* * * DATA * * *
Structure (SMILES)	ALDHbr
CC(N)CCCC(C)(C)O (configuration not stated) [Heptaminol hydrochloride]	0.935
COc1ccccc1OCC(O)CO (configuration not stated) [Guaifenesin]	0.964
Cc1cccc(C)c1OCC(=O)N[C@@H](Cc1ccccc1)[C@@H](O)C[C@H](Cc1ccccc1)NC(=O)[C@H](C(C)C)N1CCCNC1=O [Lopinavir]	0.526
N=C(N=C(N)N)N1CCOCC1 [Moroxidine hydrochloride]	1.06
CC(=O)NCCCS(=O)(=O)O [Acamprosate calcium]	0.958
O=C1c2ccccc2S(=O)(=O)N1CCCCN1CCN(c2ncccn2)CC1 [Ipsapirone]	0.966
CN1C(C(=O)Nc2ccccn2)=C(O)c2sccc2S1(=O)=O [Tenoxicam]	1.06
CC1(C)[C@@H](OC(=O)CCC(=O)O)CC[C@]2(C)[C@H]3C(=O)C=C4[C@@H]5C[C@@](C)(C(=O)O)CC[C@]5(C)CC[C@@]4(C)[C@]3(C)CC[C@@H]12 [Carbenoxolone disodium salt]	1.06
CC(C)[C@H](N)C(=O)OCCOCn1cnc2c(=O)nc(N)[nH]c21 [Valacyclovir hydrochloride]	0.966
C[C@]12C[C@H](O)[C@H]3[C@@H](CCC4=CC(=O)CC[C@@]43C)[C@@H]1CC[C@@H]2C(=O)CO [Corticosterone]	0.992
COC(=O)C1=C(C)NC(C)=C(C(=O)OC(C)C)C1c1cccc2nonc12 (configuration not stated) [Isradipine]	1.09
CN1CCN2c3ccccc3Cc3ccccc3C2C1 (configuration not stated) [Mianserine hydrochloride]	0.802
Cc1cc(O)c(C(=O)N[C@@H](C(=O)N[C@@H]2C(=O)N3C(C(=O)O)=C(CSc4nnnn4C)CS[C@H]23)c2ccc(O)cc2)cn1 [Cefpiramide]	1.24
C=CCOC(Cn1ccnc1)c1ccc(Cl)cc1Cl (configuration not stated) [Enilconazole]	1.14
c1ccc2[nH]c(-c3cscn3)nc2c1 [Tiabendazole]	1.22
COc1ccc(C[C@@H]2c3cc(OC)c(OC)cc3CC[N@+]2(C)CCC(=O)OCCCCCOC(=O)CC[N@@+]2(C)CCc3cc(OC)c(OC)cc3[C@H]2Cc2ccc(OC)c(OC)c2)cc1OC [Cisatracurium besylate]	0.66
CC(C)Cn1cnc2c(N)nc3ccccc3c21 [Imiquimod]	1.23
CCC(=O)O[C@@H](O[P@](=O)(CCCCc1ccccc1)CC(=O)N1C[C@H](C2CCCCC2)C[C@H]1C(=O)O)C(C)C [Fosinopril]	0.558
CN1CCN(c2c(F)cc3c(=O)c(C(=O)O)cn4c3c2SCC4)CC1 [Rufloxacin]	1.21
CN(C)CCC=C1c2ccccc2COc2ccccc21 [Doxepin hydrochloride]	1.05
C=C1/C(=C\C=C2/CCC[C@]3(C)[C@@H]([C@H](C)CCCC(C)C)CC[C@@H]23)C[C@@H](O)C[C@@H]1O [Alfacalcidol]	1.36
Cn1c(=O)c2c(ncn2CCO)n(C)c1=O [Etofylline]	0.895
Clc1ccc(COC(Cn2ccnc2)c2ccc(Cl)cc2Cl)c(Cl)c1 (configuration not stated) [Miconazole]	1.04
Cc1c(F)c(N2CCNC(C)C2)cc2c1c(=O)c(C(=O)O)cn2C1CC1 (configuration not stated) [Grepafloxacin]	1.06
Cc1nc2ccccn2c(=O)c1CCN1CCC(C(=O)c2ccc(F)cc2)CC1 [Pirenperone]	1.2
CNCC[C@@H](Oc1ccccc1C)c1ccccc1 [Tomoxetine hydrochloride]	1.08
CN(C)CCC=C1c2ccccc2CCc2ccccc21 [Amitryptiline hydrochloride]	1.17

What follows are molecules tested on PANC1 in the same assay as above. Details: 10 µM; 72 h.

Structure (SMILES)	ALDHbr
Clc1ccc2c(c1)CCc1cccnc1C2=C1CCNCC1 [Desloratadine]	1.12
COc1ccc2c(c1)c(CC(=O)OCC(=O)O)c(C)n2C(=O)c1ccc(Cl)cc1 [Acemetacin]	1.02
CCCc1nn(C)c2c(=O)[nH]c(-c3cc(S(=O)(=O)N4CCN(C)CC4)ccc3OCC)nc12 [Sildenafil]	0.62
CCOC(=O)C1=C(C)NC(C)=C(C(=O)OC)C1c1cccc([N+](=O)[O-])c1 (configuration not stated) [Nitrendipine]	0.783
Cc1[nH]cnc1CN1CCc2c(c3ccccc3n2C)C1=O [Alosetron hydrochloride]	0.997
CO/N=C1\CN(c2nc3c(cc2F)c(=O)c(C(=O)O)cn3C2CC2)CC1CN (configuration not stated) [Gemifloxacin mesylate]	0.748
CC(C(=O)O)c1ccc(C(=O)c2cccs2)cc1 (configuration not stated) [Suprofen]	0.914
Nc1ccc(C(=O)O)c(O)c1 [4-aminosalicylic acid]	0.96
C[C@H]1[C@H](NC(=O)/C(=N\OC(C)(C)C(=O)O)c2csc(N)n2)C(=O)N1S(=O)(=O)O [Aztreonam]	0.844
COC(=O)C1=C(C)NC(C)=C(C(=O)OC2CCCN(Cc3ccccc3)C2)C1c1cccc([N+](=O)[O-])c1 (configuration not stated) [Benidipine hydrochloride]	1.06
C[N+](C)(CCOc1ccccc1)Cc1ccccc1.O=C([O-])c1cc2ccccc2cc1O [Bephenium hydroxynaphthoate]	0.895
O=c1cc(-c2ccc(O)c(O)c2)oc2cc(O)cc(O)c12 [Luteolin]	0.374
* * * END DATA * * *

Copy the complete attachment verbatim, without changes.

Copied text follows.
Structure (SMILES)	ALDHbr
CC(N)CCCC(C)(C)O (configuration not stated) [Heptaminol hydrochloride]	0.935
COc1ccccc1OCC(O)CO (configuration not stated) [Guaifenesin]	0.964
Cc1cccc(C)c1OCC(=O)N[C@@H](Cc1ccccc1)[C@@H](O)C[C@H](Cc1ccccc1)NC(=O)[C@H](C(C)C)N1CCCNC1=O [Lopinavir]	0.526
N=C(N=C(N)N)N1CCOCC1 [Moroxidine hydrochloride]	1.06
CC(=O)NCCCS(=O)(=O)O [Acamprosate calcium]	0.958
O=C1c2ccccc2S(=O)(=O)N1CCCCN1CCN(c2ncccn2)CC1 [Ipsapirone]	0.966
CN1C(C(=O)Nc2ccccn2)=C(O)c2sccc2S1(=O)=O [Tenoxicam]	1.06
CC1(C)[C@@H](OC(=O)CCC(=O)O)CC[C@]2(C)[C@H]3C(=O)C=C4[C@@H]5C[C@@](C)(C(=O)O)CC[C@]5(C)CC[C@@]4(C)[C@]3(C)CC[C@@H]12 [Carbenoxolone disodium salt]	1.06
CC(C)[C@H](N)C(=O)OCCOCn1cnc2c(=O)nc(N)[nH]c21 [Valacyclovir hydrochloride]	0.966
C[C@]12C[C@H](O)[C@H]3[C@@H](CCC4=CC(=O)CC[C@@]43C)[C@@H]1CC[C@@H]2C(=O)CO [Corticosterone]	0.992
COC(=O)C1=C(C)NC(C)=C(C(=O)OC(C)C)C1c1cccc2nonc12 (configuration not stated) [Isradipine]	1.09
CN1CCN2c3ccccc3Cc3ccccc3C2C1 (configuration not stated) [Mianserine hydrochloride]	0.802
Cc1cc(O)c(C(=O)N[C@@H](C(=O)N[C@@H]2C(=O)N3C(C(=O)O)=C(CSc4nnnn4C)CS[C@H]23)c2ccc(O)cc2)cn1 [Cefpiramide]	1.24
C=CCOC(Cn1ccnc1)c1ccc(Cl)cc1Cl (configuration not stated) [Enilconazole]	1.14
c1ccc2[nH]c(-c3cscn3)nc2c1 [Tiabendazole]	1.22
COc1ccc(C[C@@H]2c3cc(OC)c(OC)cc3CC[N@+]2(C)CCC(=O)OCCCCCOC(=O)CC[N@@+]2(C)CCc3cc(OC)c(OC)cc3[C@H]2Cc2ccc(OC)c(OC)c2)cc1OC [Cisatracurium besylate]	0.66
CC(C)Cn1cnc2c(N)nc3ccccc3c21 [Imiquimod]	1.23
CCC(=O)O[C@@H](O[P@](=O)(CCCCc1ccccc1)CC(=O)N1C[C@H](C2CCCCC2)C[C@H]1C(=O)O)C(C)C [Fosinopril]	0.558
CN1CCN(c2c(F)cc3c(=O)c(C(=O)O)cn4c3c2SCC4)CC1 [Rufloxacin]	1.21
CN(C)CCC=C1c2ccccc2COc2ccccc21 [Doxepin hydrochloride]	1.05
C=C1/C(=C\C=C2/CCC[C@]3(C)[C@@H]([C@H](C)CCCC(C)C)CC[C@@H]23)C[C@@H](O)C[C@@H]1O [Alfacalcidol]	1.36
Cn1c(=O)c2c(ncn2CCO)n(C)c1=O [Etofylline]	0.895
Clc1ccc(COC(Cn2ccnc2)c2ccc(Cl)cc2Cl)c(Cl)c1 (configuration not stated) [Miconazole]	1.04
Cc1c(F)c(N2CCNC(C)C2)cc2c1c(=O)c(C(=O)O)cn2C1CC1 (configuration not stated) [Grepafloxacin]	1.06
Cc1nc2ccccn2c(=O)c1CCN1CCC(C(=O)c2ccc(F)cc2)CC1 [Pirenperone]	1.2
CNCC[C@@H](Oc1ccccc1C)c1ccccc1 [Tomoxetine hydrochloride]	1.08
CN(C)CCC=C1c2ccccc2CCc2ccccc21 [Amitryptiline hydrochloride]	1.17

What follows are molecules tested on PANC1 in the same assay as above. Details: 10 µM; 72 h.

Structure (SMILES)	ALDHbr
Clc1ccc2c(c1)CCc1cccnc1C2=C1CCNCC1 [Desloratadine]	1.12
COc1ccc2c(c1)c(CC(=O)OCC(=O)O)c(C)n2C(=O)c1ccc(Cl)cc1 [Acemetacin]	1.02
CCCc1nn(C)c2c(=O)[nH]c(-c3cc(S(=O)(=O)N4CCN(C)CC4)ccc3OCC)nc12 [Sildenafil]	0.62
CCOC(=O)C1=C(C)NC(C)=C(C(=O)OC)C1c1cccc([N+](=O)[O-])c1 (configuration not stated) [Nitrendipine]	0.783
Cc1[nH]cnc1CN1CCc2c(c3ccccc3n2C)C1=O [Alosetron hydrochloride]	0.997
CO/N=C1\CN(c2nc3c(cc2F)c(=O)c(C(=O)O)cn3C2CC2)CC1CN (configuration not stated) [Gemifloxacin mesylate]	0.748
CC(C(=O)O)c1ccc(C(=O)c2cccs2)cc1 (configuration not stated) [Suprofen]	0.914
Nc1ccc(C(=O)O)c(O)c1 [4-aminosalicylic acid]	0.96
C[C@H]1[C@H](NC(=O)/C(=N\OC(C)(C)C(=O)O)c2csc(N)n2)C(=O)N1S(=O)(=O)O [Aztreonam]	0.844
COC(=O)C1=C(C)NC(C)=C(C(=O)OC2CCCN(Cc3ccccc3)C2)C1c1cccc([N+](=O)[O-])c1 (configuration not stated) [Benidipine hydrochloride]	1.06
C[N+](C)(CCOc1ccccc1)Cc1ccccc1.O=C([O-])c1cc2ccccc2cc1O [Bephenium hydroxynaphthoate]	0.895
O=c1cc(-c2ccc(O)c(O)c2)oc2cc(O)cc(O)c12 [Luteolin]	0.374